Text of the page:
They spent a long weekend together. You could drive a but-bus through the space between 'They stayed with her aunt' and 'her aunt lived in a hole'. In the evenings her aunt drank a lot of whatskey and dot dot dot I remember when I was what I was when I was no-high to a dot's meow. In every hour there would be a few seconds when she'd make sense before rolling what she'd made up into a ball and throwing it out the indow or in the outdoor or at the painting of a wet piano. On one of those occasions she told George he could impress Stacey's mother with a bit of entrepreneurial flair.
   They decided to leave on the following day when the aunt's friend Violet arrived and it became too crowded in the hole. They went to his uncle Albert's house. Albert had ten spare bedrooms and he was delighted to see Stacey and George because he wanted someone to house-sit his house while he went to visit Mrs. Foldegold to see if she'd made any progress with her latest invention (child-proof locks for eye-lids). The journey to Mrs. Foldegold's house would take a few days. He used his M pony while his L pony was being repaired.

   George had an idea. He could start a guesthouse while his uncle was away and he could advertise it as a haunted house to draw in the crowds. Making a success of this would be just the sort of thing to impress Stacey's mother.
   Tourists arrove in their droves when news of the haunted house spread. George and Stacey had to send most of them away. They got a man called Clive to pretend to be the ghost. He used to do some odd jobs for Uncle Albert. They found him in the garden using a squaredriver to fight off the cloudboys who advance on him with tennis rackets.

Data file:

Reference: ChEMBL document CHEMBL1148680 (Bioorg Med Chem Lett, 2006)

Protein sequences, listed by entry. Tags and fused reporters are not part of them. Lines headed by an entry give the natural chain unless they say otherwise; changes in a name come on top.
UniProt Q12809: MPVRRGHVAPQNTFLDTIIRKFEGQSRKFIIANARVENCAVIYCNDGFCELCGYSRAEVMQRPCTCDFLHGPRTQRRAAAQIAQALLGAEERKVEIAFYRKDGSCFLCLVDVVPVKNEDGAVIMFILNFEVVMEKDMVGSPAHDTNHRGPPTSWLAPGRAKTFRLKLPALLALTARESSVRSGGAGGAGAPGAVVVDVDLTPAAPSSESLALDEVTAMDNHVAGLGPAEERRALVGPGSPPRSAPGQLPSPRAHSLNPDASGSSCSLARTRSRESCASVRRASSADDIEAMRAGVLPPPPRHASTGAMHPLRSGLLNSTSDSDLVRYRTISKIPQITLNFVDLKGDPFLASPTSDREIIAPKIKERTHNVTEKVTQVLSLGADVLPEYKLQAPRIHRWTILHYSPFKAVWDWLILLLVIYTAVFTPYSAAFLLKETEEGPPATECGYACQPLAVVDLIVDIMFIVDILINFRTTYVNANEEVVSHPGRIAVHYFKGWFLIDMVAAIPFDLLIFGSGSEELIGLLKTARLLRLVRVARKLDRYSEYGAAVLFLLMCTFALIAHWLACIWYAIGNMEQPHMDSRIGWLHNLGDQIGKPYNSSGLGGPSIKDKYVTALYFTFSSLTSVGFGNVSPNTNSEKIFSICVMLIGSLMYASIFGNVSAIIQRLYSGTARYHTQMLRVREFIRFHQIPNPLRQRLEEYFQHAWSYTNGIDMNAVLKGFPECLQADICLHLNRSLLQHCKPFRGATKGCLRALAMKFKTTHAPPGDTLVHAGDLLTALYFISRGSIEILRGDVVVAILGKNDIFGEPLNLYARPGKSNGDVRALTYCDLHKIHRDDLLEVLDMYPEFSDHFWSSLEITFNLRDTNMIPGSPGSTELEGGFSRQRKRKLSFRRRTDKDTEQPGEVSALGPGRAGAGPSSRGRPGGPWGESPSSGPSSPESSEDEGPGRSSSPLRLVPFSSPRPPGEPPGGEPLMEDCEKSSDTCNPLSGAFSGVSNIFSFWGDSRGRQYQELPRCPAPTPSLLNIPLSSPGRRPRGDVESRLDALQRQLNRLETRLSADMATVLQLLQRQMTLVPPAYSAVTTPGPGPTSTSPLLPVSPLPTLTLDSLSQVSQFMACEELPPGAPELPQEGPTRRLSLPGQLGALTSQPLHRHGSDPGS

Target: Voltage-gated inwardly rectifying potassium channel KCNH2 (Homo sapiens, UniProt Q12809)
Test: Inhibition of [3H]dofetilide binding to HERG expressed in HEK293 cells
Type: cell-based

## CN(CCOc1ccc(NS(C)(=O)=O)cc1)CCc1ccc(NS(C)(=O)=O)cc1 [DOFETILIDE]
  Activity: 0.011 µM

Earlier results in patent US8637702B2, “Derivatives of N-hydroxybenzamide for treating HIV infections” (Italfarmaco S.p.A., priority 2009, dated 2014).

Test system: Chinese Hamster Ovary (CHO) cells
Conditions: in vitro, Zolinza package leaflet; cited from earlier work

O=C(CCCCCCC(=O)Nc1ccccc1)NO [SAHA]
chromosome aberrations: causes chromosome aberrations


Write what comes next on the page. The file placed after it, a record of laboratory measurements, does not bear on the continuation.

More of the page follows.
The house looked spooky at night.

   But the only ghostly thing about Clive was the slow flecks of snow flakes falling from his shoulders in the moonlight. The guests were angry because of this obvious charade, but then the real ghost appeared. When she introduced herself as Mrs. Gladflug she gave them all enough of a fright to make cow bunnies jump Dover the white cliffs of the moon when the sun's gone down. She saw that she had an audience and she started talking. The more she rambled on, the more she eased their fears. She spoke about a day spent working in the gardens around this house. "The mothibirds were flyering around my hairspace and my hair piece was making grumpfudge. I made them go getaway with my fly-swisher. I dig dugged a hole in the gardilawn when the flyspider's backs were turned, digged dug. I found a box of gold in the hole and I was afraid in case whoever had birdied it there might come back and find me with their gold. So I buried it somewhere else in the garden to give me time to think. But I took too long to think and I died before I had a chance to use the gold or lose it on horses."